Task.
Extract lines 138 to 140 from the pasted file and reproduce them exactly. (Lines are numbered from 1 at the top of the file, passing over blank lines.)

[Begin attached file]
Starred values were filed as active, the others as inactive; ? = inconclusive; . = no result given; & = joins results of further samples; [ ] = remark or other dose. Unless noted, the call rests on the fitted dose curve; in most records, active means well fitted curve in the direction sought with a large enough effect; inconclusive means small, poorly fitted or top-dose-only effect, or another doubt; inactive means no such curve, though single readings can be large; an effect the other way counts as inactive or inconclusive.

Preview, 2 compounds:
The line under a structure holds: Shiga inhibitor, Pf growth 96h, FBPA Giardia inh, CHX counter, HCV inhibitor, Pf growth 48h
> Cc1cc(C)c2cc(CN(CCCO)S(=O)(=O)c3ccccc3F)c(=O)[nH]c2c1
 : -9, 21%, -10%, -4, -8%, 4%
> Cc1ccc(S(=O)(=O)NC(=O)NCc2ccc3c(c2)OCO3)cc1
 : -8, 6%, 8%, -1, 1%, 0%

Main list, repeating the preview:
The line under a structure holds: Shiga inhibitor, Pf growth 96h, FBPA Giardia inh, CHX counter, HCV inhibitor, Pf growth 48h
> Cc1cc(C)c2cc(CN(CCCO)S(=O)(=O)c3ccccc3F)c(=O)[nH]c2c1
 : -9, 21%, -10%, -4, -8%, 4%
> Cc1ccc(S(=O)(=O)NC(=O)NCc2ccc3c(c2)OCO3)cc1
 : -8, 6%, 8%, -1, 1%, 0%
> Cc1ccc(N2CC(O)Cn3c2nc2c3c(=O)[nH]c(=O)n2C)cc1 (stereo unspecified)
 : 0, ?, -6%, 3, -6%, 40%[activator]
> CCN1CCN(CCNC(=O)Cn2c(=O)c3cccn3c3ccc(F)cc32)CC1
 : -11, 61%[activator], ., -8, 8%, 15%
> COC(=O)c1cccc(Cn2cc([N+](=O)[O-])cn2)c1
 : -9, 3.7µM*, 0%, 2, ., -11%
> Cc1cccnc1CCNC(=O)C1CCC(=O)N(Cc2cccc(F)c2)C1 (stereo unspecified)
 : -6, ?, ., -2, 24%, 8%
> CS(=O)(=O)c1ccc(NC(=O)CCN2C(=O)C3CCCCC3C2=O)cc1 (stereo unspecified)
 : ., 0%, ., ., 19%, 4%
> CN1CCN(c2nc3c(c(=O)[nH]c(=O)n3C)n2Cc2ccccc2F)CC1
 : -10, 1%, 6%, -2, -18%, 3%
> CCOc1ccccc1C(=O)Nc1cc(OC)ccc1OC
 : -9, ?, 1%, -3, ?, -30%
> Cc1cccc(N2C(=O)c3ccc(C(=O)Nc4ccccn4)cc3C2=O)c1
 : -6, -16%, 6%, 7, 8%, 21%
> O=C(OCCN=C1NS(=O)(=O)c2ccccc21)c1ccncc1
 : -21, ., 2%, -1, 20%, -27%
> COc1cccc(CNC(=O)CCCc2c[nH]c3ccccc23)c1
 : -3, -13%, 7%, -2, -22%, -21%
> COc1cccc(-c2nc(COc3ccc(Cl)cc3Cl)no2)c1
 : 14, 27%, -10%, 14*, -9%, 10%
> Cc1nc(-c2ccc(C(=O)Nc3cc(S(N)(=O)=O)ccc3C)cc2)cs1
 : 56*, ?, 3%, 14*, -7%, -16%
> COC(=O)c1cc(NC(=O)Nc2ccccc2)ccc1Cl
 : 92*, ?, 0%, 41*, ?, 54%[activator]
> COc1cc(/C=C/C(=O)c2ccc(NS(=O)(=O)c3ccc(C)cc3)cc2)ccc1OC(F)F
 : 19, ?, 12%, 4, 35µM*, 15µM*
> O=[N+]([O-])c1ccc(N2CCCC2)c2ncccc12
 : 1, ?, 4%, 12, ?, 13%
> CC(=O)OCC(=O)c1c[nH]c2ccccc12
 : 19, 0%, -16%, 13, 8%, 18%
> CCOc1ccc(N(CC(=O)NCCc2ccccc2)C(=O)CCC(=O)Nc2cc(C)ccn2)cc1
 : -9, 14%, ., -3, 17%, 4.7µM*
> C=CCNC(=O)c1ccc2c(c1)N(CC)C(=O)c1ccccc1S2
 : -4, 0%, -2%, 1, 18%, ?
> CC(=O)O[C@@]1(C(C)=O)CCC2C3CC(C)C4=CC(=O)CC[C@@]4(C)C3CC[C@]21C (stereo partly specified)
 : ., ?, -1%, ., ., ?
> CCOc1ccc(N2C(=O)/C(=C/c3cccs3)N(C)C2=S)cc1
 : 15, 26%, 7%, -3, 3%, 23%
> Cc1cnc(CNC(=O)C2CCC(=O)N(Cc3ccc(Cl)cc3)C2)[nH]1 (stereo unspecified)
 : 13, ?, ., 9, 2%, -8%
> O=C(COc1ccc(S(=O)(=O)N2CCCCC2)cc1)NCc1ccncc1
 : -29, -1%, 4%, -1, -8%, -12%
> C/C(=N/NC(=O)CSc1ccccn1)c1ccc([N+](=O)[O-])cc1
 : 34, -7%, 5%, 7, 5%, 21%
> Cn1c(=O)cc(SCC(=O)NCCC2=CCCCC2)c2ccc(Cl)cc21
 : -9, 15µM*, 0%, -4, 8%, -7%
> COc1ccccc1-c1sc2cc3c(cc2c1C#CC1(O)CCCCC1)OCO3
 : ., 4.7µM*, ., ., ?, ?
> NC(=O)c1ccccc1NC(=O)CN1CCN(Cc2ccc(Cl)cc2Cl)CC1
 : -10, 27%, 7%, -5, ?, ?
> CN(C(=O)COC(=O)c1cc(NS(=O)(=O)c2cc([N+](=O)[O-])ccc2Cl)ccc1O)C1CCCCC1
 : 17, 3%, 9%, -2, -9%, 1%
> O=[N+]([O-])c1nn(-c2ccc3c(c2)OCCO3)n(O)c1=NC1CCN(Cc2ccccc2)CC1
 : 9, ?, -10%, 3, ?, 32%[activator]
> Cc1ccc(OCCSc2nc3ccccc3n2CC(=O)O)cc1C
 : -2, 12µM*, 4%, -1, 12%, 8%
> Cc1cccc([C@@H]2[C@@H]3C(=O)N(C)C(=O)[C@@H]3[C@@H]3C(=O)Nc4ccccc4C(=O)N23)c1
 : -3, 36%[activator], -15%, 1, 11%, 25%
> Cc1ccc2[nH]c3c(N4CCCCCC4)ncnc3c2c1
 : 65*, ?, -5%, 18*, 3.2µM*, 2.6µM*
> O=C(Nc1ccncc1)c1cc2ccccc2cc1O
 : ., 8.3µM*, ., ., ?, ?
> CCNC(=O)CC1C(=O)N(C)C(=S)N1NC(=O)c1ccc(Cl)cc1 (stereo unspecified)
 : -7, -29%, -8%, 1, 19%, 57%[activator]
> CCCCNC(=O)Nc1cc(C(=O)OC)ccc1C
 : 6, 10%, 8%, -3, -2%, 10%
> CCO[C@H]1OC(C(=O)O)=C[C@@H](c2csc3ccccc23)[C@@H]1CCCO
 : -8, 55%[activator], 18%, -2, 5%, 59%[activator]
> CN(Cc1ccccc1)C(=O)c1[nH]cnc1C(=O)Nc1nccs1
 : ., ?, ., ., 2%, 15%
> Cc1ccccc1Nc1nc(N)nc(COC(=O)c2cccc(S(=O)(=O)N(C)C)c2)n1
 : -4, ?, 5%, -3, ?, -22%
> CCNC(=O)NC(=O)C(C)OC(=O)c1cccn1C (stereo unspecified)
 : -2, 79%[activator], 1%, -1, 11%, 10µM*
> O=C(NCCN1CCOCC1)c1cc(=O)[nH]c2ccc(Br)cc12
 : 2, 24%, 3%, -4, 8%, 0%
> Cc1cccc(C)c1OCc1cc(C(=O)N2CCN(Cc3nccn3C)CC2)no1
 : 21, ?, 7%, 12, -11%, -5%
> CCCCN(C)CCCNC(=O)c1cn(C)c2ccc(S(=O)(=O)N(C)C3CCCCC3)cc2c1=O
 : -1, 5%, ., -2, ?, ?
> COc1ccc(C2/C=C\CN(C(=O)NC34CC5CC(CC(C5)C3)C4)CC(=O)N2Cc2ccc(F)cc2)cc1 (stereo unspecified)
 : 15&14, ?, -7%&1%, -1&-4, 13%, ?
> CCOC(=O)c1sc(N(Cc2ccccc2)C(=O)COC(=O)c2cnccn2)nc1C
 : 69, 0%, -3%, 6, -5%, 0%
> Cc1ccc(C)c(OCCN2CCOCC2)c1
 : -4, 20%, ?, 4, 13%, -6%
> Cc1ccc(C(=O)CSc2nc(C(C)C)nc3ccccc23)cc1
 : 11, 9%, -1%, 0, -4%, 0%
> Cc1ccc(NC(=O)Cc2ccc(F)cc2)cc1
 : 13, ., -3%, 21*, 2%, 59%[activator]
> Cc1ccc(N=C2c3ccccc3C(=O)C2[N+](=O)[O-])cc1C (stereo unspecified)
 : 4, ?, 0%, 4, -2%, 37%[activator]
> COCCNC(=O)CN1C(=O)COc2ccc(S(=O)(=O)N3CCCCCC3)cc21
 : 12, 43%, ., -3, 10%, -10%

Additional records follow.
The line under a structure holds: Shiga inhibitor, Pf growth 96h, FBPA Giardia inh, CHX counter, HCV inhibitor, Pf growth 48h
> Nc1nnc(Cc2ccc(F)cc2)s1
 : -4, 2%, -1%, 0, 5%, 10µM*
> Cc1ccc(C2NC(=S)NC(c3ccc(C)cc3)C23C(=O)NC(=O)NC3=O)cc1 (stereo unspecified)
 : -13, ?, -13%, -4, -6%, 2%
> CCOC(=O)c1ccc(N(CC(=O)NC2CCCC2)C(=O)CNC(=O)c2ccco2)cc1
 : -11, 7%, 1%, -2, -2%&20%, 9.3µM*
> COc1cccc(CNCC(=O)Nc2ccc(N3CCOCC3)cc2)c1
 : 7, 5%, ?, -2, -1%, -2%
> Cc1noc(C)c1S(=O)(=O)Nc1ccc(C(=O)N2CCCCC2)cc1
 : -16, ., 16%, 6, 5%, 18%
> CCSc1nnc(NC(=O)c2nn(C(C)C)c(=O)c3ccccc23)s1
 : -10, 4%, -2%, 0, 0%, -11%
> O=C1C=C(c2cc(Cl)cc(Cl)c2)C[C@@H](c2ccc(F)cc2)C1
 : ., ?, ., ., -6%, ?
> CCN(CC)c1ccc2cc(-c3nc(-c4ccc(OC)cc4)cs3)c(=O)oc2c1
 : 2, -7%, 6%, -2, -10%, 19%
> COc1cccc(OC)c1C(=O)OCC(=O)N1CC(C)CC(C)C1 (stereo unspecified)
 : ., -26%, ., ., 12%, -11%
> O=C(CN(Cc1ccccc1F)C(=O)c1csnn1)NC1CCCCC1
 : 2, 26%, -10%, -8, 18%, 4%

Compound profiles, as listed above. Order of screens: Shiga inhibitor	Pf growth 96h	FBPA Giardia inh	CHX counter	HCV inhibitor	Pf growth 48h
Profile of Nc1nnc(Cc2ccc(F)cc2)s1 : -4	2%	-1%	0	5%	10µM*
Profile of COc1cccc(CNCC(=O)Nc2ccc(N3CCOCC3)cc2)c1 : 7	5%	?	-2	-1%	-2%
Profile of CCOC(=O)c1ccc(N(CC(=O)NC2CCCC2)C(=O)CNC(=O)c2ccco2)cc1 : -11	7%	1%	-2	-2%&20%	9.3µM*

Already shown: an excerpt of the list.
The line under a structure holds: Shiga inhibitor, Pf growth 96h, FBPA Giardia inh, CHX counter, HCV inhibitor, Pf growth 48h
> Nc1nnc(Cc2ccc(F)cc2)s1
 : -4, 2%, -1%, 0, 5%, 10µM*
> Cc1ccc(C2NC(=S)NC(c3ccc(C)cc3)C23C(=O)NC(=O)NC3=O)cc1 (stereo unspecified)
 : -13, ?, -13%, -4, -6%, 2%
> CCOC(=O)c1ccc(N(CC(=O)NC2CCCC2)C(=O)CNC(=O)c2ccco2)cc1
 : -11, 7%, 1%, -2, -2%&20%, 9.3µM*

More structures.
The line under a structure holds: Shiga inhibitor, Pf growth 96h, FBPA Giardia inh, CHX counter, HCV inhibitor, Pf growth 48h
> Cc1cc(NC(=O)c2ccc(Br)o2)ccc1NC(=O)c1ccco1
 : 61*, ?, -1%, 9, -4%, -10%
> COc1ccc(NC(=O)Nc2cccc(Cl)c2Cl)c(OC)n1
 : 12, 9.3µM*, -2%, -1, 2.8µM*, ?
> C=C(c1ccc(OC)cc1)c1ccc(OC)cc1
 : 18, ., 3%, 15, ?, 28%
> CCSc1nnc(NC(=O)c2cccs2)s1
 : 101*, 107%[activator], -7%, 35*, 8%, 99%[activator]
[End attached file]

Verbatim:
> Nc1nnc(Cc2ccc(F)cc2)s1
 : -4, 2%, -1%, 0, 5%, 10µM*
> Cc1ccc(C2NC(=S)NC(c3ccc(C)cc3)C23C(=O)NC(=O)NC3=O)cc1 (stereo unspecified)